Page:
The U.S. entered a recession in February, according to the official economic arbiter

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JUNE 8, 2020

New Jersey First Lady Tammy Murphy hands out bags containing meals, face masks and other personal protective supplies to residents in need outside the NAN Newark Tech World during the outbreak of the coronavirus disease (COVID-19) in Newark, New Jersey, May 6, 2020.

The worst U.S. downturn since the Great Depression is now officially a recession, according to the National Bureau of Economic Research.

Though it seemed a foregone conclusion, the NBER, the official arbiter of recessions, made the declaration Monday as the nation tries to recover from the coronavirus pandemic.

“The committee recognizes that the pandemic and the public health response have resulted in a downturn with different characteristics and dynamics than prior recessions,” the NBER’s Business Cycle Dating Committee said in a statement. “Nonetheless, it concluded that the unprecedented magnitude of the decline in employment and production, and its broad reach across the entire economy, warrants the designation of this episode as a recession, even if it turns out to be briefer than earlier contractions.”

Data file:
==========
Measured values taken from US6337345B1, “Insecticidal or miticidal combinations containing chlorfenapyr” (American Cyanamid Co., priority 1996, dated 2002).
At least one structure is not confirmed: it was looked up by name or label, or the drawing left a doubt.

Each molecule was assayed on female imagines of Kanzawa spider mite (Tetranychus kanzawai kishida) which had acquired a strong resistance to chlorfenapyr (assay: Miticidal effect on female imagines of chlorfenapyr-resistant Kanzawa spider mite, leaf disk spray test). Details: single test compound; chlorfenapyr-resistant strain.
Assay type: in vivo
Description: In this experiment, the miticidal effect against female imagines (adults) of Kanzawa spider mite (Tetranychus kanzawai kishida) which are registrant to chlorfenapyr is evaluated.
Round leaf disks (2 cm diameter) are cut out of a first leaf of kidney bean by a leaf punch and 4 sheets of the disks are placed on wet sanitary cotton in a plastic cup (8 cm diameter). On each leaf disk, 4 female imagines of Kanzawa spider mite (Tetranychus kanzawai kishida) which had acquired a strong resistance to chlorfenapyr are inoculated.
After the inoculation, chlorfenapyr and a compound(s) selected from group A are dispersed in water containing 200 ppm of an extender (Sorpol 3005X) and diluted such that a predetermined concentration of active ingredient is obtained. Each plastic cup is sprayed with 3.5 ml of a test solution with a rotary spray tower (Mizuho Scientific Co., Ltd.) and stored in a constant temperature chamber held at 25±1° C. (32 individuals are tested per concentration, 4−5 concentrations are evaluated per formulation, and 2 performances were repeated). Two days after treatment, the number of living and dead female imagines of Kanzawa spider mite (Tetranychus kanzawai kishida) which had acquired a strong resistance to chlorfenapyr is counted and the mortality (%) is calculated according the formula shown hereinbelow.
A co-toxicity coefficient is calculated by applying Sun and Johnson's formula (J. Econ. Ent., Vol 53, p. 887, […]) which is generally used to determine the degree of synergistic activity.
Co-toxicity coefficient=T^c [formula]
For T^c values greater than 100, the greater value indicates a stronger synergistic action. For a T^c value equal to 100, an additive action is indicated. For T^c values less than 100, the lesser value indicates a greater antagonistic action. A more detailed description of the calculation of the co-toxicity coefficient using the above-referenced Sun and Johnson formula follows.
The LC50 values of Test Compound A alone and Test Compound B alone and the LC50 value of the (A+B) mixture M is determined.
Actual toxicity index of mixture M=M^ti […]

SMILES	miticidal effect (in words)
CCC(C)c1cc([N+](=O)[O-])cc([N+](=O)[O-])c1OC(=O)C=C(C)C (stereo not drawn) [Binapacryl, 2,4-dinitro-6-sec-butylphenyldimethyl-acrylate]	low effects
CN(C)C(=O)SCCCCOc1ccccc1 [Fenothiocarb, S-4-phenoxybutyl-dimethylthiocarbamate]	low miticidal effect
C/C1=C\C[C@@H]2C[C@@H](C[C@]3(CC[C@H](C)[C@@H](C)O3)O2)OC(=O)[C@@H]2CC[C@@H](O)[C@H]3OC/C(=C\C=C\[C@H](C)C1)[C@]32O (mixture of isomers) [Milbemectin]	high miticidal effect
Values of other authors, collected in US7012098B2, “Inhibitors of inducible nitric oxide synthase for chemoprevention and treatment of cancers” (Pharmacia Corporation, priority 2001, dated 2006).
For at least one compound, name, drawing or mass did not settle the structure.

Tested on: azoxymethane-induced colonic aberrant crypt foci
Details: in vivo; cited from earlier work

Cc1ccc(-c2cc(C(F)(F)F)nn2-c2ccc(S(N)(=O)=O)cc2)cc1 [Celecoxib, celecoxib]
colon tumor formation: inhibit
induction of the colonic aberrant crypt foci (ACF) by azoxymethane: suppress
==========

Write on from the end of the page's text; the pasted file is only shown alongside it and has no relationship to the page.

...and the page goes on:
In making the declaration, the committee determined that a “clear peak in monthly economic activity” occurred in February. The peak in quarterly activity happened in the fourth quarter of 2019.

As a rule of thumb, recessions are thought to entail two consecutive quarters of negative GDP growth. However, that isn’t always the case, and it’s generally the NBER’s decision to determine recessions.

The committee noted that “a significant decline in economic activity spread across the economy, normally visible in production, employment, and other indicators. A recession begins when the economy reaches a peak of economic activity and ends when the economy reaches its trough.”

U.S. GDP fell 5% in the first quarter and is likely to post the worst decline in history for the second quarter — possibly more than 50%.


Courtesy/Source: CNBC

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